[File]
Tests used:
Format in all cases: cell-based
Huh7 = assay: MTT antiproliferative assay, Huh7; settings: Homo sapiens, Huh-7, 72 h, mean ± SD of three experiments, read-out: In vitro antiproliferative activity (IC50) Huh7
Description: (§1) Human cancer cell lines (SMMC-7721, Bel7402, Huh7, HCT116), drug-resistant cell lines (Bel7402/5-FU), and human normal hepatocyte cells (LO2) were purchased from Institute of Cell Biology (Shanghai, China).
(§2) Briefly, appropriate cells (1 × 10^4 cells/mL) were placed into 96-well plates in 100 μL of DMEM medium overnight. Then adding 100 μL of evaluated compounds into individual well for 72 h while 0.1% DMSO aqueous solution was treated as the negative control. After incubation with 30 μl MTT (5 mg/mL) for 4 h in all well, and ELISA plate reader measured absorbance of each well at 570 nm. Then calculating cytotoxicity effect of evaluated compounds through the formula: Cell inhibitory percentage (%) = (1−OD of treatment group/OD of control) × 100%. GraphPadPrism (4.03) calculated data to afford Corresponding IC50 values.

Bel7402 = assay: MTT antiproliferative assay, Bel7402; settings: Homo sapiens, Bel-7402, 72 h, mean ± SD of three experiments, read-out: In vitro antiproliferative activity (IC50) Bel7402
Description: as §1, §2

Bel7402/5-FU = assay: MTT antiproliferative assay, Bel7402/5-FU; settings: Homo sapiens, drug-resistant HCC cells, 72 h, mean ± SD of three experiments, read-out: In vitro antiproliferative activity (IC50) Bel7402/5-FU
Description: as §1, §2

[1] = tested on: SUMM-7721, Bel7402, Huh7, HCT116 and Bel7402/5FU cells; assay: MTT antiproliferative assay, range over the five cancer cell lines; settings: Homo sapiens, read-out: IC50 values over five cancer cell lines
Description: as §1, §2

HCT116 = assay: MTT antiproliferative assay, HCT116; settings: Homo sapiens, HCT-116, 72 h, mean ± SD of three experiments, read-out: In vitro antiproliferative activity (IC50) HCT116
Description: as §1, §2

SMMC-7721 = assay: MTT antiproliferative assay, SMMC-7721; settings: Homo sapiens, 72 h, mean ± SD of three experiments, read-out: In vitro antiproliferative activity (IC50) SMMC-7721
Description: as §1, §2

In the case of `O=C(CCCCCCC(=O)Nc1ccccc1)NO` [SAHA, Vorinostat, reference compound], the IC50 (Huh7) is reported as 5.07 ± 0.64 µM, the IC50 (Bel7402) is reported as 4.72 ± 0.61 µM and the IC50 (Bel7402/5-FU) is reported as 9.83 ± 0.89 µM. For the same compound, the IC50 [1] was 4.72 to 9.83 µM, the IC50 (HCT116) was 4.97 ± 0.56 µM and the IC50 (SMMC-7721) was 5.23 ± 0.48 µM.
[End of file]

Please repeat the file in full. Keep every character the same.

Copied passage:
Tests used:
Format in all cases: cell-based
Huh7 = assay: MTT antiproliferative assay, Huh7; settings: Homo sapiens, Huh-7, 72 h, mean ± SD of three experiments, read-out: In vitro antiproliferative activity (IC50) Huh7
Description: (§1) Human cancer cell lines (SMMC-7721, Bel7402, Huh7, HCT116), drug-resistant cell lines (Bel7402/5-FU), and human normal hepatocyte cells (LO2) were purchased from Institute of Cell Biology (Shanghai, China).
(§2) Briefly, appropriate cells (1 × 10^4 cells/mL) were placed into 96-well plates in 100 μL of DMEM medium overnight. Then adding 100 μL of evaluated compounds into individual well for 72 h while 0.1% DMSO aqueous solution was treated as the negative control. After incubation with 30 μl MTT (5 mg/mL) for 4 h in all well, and ELISA plate reader measured absorbance of each well at 570 nm. Then calculating cytotoxicity effect of evaluated compounds through the formula: Cell inhibitory percentage (%) = (1−OD of treatment group/OD of control) × 100%. GraphPadPrism (4.03) calculated data to afford Corresponding IC50 values.

Bel7402 = assay: MTT antiproliferative assay, Bel7402; settings: Homo sapiens, Bel-7402, 72 h, mean ± SD of three experiments, read-out: In vitro antiproliferative activity (IC50) Bel7402
Description: as §1, §2

Bel7402/5-FU = assay: MTT antiproliferative assay, Bel7402/5-FU; settings: Homo sapiens, drug-resistant HCC cells, 72 h, mean ± SD of three experiments, read-out: In vitro antiproliferative activity (IC50) Bel7402/5-FU
Description: as §1, §2

[1] = tested on: SUMM-7721, Bel7402, Huh7, HCT116 and Bel7402/5FU cells; assay: MTT antiproliferative assay, range over the five cancer cell lines; settings: Homo sapiens, read-out: IC50 values over five cancer cell lines
Description: as §1, §2

HCT116 = assay: MTT antiproliferative assay, HCT116; settings: Homo sapiens, HCT-116, 72 h, mean ± SD of three experiments, read-out: In vitro antiproliferative activity (IC50) HCT116
Description: as §1, §2

SMMC-7721 = assay: MTT antiproliferative assay, SMMC-7721; settings: Homo sapiens, 72 h, mean ± SD of three experiments, read-out: In vitro antiproliferative activity (IC50) SMMC-7721
Description: as §1, §2

In the case of `O=C(CCCCCCC(=O)Nc1ccccc1)NO` [SAHA, Vorinostat, reference compound], the IC50 (Huh7) is reported as 5.07 ± 0.64 µM, the IC50 (Bel7402) is reported as 4.72 ± 0.61 µM and the IC50 (Bel7402/5-FU) is reported as 9.83 ± 0.89 µM. For the same compound, the IC50 [1] was 4.72 to 9.83 µM, the IC50 (HCT116) was 4.97 ± 0.56 µM and the IC50 (SMMC-7721) was 5.23 ± 0.48 µM.